conflict resolution professional facilitatorAs you plan your next meeting, you are most likely focused on how the meeting will come to an efficient, useful consensus. To succeed, you need to have a strong understanding of how to avoid or address one possible roadblock – issue resolution.

Issue resolution is necessary because even the strongest team will disagree at some point. There are three types of disagreement to look for when planning or analyzing a meeting:

  1. Disagreements over information: They are not hearing each other. Just because someone is silent does not mean they are listening. Often they are too busy preparing their next response in the argument.
  2. They have different values or experiences: They have heard and understand the other person or side, but their differing backgrounds and/or values are preventing consensus.
  3. Outside factors: The disagreement has nothing to do with the opposing alternatives. Outside factors such as past personal history or outside disagreements can be the most difficult to resolve.

Many companies have systems in place for meetings to prevent disagreement, issues or arguments. But these confrontations still can and do happen. When they do, it can put a halt to a meeting, which results in wasting all the attendees’ time. Before your meeting starts or after a failed meeting, consider a Conflict Resolution Facilitator.

 

Why use a Conflict Resolution Facilitator rather than addressing disagreements on your own?

An Unbiased Party Can Delineate Alternatives

For those who have disagreements over information or have different values or experiences, delineating alternatives is the first recommended step. When people are not listening to the other’s alternative opinion, an unbiased party will bring listening to the forefront of the conversation, whereas a more biased leader might struggle to see past preconceived notions.

A Conflict Resolution Facilitator will start by identifying the agreement in the conversation. Next, they will confirm the disagreement among the group. By providing time for each alternative and asking the group specific questions, they will then confirm an understanding of each alternative by the group. With understanding could come consensus, which will become apparent by analyzing a shift in those who disagree.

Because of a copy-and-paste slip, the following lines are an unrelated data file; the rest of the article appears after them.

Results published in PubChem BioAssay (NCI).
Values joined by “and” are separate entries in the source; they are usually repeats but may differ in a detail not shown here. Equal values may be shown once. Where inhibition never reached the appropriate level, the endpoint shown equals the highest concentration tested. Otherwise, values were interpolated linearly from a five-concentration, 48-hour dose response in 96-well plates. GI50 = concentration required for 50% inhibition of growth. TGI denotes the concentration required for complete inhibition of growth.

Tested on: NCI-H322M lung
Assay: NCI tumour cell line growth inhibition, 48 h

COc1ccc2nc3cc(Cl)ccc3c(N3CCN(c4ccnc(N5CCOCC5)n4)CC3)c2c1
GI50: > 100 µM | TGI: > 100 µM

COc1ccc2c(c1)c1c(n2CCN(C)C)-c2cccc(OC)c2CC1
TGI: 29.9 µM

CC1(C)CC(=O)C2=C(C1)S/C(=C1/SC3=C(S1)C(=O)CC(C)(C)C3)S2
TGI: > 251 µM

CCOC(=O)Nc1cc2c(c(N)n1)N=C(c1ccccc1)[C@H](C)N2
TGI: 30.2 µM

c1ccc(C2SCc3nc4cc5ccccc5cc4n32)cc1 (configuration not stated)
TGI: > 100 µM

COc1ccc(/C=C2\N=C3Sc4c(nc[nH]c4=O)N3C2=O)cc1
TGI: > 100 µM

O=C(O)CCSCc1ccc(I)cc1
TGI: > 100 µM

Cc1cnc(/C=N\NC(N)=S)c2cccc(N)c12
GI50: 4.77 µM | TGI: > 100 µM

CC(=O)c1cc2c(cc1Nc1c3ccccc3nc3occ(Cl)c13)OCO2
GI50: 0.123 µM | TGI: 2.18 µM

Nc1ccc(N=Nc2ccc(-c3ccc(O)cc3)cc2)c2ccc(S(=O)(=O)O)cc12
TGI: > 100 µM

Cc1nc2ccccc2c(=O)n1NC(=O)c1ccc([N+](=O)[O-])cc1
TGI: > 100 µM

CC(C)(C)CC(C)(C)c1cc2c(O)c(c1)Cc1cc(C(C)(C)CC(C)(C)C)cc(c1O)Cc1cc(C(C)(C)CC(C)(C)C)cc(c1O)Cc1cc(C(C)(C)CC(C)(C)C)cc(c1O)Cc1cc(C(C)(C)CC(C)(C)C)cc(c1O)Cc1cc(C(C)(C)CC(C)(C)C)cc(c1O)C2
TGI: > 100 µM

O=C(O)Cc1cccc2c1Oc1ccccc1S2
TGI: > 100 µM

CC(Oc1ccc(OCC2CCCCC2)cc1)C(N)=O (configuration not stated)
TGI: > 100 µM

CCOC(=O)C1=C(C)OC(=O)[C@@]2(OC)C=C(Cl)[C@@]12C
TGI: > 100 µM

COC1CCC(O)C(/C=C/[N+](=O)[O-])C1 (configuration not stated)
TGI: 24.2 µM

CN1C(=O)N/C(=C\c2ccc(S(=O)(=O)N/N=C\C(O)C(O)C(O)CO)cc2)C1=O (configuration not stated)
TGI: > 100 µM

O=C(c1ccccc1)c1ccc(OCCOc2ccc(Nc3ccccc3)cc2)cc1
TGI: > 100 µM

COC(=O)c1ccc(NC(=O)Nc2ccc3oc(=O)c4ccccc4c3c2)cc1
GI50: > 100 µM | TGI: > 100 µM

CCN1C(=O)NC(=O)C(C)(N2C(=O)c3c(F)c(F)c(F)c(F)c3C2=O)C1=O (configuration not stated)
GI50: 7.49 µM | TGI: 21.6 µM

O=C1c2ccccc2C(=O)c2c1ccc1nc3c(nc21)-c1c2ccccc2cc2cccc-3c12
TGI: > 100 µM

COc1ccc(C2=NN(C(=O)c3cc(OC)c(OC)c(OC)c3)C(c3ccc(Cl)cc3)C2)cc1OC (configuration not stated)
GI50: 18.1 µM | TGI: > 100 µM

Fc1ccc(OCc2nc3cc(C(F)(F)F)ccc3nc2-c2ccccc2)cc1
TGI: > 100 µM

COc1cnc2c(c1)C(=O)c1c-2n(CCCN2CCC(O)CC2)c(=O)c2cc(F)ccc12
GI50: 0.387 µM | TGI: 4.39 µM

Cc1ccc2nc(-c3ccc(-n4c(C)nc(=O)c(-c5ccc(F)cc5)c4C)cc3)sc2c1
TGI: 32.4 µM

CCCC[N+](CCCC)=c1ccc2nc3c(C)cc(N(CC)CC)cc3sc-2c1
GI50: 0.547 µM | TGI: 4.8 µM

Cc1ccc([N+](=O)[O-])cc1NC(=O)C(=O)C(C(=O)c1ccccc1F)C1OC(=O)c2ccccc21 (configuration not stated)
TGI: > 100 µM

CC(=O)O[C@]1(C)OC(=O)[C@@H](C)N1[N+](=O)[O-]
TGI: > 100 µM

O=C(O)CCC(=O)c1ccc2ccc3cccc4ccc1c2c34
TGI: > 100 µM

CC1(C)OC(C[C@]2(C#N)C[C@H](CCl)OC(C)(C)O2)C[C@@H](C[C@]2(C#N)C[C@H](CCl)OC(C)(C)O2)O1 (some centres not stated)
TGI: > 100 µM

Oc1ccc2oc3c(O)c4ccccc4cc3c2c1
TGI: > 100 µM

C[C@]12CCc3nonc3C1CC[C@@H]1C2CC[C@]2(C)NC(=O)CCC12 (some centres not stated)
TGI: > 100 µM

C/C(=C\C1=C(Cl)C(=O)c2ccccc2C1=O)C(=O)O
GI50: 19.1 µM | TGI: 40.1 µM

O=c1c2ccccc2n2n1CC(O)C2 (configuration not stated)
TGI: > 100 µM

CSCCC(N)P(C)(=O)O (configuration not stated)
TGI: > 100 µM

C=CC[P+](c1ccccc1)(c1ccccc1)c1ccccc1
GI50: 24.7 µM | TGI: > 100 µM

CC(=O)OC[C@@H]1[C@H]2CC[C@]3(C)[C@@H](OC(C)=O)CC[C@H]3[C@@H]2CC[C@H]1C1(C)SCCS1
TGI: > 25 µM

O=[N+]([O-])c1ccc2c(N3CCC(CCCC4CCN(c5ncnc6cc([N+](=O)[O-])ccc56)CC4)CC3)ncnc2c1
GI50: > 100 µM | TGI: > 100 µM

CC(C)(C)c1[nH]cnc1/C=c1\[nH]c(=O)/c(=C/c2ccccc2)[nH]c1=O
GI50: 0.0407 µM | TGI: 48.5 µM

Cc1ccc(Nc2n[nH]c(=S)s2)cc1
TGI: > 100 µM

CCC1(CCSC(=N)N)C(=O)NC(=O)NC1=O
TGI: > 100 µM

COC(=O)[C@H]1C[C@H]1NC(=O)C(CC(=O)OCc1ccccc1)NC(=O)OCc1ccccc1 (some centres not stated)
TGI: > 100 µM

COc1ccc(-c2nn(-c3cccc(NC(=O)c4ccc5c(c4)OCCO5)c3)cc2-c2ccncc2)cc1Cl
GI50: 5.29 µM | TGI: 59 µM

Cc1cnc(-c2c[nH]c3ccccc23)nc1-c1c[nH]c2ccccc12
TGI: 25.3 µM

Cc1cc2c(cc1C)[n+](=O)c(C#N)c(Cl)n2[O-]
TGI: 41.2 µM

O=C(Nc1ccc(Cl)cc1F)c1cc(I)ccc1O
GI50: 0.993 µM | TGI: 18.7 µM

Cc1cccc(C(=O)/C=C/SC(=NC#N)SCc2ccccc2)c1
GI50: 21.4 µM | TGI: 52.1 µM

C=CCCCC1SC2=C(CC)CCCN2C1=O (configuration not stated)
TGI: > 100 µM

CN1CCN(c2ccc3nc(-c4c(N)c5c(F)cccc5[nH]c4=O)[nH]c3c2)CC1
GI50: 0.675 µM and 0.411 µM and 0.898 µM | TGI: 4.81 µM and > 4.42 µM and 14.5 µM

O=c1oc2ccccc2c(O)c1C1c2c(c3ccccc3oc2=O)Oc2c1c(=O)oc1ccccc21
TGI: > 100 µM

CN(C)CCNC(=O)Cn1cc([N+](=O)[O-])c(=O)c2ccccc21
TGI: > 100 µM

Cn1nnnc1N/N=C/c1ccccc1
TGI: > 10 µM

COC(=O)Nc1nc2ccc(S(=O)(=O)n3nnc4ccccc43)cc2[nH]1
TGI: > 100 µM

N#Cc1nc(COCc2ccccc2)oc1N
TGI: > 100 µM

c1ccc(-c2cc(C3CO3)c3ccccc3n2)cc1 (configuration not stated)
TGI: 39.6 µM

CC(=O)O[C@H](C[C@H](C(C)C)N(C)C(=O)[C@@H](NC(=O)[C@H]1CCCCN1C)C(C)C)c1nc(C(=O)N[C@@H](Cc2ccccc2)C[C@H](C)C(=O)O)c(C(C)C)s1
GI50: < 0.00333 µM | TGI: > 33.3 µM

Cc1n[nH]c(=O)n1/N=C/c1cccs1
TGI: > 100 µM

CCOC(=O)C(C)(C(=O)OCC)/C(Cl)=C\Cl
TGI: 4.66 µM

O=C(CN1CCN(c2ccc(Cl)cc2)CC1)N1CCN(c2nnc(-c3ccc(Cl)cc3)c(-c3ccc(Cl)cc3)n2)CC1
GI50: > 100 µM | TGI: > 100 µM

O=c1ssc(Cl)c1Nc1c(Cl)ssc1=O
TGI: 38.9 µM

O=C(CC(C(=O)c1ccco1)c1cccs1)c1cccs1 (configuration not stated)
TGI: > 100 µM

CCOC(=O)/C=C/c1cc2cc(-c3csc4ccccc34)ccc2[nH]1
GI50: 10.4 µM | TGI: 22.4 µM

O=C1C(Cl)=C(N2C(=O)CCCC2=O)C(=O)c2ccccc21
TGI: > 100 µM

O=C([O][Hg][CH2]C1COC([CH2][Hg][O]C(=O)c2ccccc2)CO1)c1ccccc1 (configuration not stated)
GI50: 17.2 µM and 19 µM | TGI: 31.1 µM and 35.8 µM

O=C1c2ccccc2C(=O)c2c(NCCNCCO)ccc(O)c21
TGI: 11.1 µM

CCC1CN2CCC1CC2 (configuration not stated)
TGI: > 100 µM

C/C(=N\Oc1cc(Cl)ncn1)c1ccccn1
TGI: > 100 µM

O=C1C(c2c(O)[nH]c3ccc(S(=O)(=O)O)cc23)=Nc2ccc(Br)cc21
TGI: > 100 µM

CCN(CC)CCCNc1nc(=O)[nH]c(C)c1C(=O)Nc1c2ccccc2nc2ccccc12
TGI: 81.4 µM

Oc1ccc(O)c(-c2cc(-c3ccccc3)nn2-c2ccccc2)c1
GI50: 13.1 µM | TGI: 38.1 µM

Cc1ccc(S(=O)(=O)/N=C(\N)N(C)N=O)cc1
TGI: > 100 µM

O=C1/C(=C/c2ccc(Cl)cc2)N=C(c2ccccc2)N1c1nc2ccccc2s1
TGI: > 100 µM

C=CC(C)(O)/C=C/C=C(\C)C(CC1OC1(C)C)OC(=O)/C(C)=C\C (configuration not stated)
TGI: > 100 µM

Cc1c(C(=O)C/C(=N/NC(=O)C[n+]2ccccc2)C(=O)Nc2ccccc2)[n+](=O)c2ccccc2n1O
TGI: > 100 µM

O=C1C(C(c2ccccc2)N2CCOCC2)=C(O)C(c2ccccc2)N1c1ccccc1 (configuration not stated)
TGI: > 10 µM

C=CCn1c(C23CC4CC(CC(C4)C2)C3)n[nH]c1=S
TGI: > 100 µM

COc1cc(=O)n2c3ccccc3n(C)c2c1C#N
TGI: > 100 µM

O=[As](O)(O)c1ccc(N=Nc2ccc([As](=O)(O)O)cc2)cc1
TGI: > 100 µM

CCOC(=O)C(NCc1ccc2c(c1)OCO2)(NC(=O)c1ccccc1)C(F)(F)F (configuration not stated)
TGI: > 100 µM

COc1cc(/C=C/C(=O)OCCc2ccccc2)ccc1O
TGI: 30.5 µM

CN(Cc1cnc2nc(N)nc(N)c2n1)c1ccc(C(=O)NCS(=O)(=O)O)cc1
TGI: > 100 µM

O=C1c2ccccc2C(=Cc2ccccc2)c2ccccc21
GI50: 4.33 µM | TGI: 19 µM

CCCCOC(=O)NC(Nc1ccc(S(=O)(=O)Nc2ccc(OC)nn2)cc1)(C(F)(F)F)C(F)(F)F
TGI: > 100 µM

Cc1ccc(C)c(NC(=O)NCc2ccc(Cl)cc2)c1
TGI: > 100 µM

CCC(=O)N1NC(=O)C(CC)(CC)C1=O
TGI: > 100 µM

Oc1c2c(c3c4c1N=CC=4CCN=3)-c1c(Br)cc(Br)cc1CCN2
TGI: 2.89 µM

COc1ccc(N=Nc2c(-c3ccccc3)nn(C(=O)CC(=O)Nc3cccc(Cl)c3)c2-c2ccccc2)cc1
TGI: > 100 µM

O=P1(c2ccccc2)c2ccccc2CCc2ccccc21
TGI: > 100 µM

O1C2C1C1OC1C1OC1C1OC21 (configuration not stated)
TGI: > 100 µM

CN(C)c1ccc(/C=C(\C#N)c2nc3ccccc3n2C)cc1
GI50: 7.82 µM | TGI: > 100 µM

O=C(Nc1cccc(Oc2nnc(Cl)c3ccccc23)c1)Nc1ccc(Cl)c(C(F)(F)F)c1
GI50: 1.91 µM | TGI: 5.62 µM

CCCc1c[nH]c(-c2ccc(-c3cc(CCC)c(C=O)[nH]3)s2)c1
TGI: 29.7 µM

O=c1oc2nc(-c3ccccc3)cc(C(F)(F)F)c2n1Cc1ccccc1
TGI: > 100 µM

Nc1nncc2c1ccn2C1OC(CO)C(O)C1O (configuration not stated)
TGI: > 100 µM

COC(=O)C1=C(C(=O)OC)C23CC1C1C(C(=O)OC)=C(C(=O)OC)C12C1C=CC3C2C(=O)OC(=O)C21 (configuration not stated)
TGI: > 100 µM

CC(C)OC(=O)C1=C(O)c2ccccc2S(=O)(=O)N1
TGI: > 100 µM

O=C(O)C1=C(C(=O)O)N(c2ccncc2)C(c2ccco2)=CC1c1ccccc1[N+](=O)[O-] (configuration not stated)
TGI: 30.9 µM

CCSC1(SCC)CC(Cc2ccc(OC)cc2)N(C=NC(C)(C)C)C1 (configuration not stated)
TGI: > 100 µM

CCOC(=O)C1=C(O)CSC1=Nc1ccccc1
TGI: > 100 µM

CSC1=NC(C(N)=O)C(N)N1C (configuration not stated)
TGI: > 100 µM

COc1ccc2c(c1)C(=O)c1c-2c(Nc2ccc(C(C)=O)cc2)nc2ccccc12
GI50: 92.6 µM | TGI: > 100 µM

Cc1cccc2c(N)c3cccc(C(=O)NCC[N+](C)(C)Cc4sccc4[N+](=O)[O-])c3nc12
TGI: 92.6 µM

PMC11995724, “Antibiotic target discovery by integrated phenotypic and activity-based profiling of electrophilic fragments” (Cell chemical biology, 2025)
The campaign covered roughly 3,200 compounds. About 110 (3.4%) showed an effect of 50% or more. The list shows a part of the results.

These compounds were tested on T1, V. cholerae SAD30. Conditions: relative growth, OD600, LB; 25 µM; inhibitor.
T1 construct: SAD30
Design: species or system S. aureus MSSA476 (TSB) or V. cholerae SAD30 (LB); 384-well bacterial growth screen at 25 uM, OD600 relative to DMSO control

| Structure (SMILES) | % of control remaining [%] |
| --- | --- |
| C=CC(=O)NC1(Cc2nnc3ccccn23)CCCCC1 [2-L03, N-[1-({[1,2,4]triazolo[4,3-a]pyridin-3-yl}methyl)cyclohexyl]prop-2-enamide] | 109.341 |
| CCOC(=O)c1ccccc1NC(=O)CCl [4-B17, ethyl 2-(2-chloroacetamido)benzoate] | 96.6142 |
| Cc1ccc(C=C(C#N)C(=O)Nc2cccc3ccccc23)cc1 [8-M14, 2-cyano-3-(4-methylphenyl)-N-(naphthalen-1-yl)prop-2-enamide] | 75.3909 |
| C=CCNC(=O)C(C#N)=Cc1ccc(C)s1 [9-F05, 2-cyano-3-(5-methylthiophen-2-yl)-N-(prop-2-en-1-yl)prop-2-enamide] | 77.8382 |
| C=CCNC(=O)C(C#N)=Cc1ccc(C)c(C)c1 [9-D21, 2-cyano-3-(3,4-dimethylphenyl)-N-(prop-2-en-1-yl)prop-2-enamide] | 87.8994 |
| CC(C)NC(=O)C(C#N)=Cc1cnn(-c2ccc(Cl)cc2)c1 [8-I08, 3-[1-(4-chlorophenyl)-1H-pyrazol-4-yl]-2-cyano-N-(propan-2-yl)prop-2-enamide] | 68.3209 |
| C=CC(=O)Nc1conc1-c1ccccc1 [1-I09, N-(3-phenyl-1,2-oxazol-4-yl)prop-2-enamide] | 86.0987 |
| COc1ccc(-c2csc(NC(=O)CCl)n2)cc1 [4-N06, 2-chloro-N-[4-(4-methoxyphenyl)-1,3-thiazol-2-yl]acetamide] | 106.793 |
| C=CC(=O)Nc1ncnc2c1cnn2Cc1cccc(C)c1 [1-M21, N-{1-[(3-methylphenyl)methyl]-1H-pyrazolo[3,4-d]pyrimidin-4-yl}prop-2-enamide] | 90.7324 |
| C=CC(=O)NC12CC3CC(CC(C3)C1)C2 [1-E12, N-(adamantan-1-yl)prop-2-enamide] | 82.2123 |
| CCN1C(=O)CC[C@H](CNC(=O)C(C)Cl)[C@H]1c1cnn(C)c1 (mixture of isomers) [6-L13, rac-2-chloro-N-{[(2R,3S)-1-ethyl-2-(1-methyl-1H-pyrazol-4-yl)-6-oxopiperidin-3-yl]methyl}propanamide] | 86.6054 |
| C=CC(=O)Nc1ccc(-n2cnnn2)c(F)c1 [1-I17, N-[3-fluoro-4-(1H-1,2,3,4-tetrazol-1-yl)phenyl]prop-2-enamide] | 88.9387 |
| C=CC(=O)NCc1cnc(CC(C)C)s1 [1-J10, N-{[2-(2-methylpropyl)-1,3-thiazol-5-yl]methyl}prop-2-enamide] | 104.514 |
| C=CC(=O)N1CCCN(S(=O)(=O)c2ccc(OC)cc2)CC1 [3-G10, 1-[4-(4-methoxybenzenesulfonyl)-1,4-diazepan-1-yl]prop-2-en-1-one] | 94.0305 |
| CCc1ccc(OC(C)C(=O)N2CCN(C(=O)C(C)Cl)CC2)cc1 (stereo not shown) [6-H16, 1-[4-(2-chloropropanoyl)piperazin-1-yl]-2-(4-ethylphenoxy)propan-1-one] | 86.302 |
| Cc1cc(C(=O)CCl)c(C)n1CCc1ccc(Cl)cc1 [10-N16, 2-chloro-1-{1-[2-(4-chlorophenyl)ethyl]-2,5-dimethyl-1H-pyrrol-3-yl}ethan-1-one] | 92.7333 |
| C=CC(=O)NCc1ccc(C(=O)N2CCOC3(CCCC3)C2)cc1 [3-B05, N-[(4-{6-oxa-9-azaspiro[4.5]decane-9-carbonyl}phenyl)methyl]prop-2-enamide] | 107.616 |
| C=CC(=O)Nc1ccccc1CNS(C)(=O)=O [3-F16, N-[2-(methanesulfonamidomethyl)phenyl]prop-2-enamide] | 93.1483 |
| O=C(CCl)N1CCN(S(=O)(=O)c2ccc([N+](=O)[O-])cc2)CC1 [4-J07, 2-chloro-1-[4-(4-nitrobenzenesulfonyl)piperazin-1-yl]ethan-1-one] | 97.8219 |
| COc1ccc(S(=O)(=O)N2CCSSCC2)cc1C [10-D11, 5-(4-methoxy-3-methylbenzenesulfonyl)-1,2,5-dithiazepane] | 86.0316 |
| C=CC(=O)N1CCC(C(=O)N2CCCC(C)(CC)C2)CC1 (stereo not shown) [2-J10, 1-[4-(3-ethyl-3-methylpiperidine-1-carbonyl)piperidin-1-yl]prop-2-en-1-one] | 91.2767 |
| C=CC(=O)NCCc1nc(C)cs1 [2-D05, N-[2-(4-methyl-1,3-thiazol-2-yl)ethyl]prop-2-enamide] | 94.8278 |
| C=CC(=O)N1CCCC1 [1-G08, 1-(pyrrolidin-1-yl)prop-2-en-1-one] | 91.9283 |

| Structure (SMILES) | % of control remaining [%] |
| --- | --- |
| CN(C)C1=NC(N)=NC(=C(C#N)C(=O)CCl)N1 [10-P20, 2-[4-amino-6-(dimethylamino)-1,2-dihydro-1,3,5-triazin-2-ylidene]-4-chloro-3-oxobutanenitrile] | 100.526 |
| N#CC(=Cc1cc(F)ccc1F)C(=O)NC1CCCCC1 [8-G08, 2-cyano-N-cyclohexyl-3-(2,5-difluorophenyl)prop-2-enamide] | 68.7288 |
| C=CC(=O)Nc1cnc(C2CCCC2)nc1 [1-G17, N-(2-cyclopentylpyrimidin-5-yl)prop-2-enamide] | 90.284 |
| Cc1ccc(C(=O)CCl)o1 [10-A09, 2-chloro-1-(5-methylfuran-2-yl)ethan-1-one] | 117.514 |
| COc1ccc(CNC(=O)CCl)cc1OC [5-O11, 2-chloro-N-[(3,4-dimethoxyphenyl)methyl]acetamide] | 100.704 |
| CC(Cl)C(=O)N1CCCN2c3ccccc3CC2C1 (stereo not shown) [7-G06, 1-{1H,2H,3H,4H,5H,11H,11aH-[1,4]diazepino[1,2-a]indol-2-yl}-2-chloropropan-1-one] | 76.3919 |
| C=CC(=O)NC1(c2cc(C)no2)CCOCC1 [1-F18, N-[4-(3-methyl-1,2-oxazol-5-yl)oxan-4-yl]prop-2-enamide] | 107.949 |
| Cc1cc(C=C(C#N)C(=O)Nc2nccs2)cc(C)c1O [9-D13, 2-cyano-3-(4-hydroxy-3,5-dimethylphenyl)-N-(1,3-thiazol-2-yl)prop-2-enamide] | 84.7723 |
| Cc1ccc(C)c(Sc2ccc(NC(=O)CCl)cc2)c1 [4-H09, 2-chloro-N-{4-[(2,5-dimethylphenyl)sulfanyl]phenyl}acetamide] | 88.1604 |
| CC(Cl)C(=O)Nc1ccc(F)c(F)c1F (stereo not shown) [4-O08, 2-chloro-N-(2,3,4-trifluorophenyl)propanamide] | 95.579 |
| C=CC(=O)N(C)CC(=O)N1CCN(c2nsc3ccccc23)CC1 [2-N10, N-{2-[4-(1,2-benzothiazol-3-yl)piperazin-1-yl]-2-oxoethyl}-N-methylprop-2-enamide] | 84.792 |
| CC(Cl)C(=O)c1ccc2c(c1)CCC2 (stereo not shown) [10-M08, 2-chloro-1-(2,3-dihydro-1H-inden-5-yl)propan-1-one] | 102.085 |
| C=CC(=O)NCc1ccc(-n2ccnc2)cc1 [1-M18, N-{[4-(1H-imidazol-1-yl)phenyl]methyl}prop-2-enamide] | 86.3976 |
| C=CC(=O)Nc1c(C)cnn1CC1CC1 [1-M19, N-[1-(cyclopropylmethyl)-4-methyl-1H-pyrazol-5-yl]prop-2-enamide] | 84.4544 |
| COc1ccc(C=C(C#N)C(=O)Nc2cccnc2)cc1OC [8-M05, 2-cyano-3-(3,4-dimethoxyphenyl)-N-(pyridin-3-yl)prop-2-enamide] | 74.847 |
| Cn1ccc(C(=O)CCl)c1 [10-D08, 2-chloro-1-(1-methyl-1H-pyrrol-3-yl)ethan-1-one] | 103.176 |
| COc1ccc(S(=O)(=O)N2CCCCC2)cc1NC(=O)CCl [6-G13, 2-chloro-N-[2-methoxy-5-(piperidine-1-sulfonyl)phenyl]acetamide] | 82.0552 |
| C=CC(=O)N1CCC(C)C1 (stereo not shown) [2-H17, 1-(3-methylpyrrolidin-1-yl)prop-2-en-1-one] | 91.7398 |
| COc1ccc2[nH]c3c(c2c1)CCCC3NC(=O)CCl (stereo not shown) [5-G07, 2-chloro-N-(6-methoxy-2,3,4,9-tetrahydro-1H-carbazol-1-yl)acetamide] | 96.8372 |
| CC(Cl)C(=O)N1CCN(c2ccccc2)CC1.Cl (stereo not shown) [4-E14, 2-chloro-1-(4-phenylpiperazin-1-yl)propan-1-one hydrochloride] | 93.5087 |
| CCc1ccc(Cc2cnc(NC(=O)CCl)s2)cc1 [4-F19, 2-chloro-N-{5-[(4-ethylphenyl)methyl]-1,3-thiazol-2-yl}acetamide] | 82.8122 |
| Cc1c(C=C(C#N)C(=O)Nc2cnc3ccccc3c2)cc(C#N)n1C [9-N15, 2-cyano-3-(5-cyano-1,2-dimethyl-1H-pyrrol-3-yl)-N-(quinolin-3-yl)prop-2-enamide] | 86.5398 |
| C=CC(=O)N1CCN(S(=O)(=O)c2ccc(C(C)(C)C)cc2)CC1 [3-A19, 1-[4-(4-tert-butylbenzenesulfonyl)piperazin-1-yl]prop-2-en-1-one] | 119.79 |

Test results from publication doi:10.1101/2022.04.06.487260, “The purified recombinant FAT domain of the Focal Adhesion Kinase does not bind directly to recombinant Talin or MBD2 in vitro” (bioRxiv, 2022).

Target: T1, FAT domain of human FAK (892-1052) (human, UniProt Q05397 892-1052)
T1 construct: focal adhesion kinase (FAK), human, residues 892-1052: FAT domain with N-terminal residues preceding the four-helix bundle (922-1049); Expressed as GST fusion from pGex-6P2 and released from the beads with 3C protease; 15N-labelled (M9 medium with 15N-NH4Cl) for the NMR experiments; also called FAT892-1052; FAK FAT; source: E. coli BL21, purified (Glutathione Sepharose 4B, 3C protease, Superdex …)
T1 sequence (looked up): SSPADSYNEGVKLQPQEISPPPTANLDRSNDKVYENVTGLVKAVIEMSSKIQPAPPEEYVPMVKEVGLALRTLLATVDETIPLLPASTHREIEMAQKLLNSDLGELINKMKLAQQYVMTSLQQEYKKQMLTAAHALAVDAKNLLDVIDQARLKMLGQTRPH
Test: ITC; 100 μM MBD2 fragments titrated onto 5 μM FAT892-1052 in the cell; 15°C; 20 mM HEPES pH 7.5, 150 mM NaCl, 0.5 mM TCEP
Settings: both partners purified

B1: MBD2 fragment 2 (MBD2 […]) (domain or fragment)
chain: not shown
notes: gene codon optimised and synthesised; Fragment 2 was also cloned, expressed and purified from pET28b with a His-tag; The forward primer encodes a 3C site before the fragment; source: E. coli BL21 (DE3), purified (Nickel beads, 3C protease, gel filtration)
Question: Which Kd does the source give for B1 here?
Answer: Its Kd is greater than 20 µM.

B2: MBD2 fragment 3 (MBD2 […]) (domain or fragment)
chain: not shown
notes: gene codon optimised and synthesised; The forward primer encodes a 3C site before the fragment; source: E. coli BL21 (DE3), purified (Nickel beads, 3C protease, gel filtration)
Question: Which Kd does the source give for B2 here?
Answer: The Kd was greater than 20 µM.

Strengths and Weakness Are Clearly Outlined

In a polarized group, there is a very specific skillset and expertise to assess strengths and weaknesses. After delineating alternatives, analyzing strengths and weaknesses will help the group reach consensus when involved in the second type of disagreement (differing values and beliefs).

The key to analyzing strengths and weaknesses is to assess strengths of each alternative first. To begin down the path of resolution, a professional facilitator will assign someone from the opposing alternative to outline the strengths. Assigning each alternative a value can speed the process of minimizing weaknesses and focusing on reaching a consensus.

Merging Alternatives Requires Unique Tools

Once strengths and weaknesses are outlined, if a consensus is still out of reach, additional steps require unique tools that a Conflict Resolution Facilitator can provide. When analyzing the strengths of each alternative, he or she will often seek common ground within the strengths.

A professional facilitator can work to combine these strengths during the meeting and allow the group to understand those combinations. With new alternatives created by combining strengths, a professional facilitator will delineate the new alternatives to help the group reach a consensus.

Outside Factors May Need Consultation

If outside factors exist, they can be the biggest issue when trying to reach consensus. Sometimes it is difficult to understand that outside factors, instead of differing beliefs or lack of understanding, are the main problem. A professional facilitator can help determine that outside factors are where the disagreement is stemming from and recommend suggestions.

A disagreement created by outside factors does not need to be resolved within the current meeting. Instead, those involved should take a break. A higher source within the organization may need to intervene depending on the source of the disagreement.

To learn more about the seven consensus-building steps a Conflict Resolution Facilitator can bring to your next meeting, please contact us, chat us, or call us at 1-877-212-2361.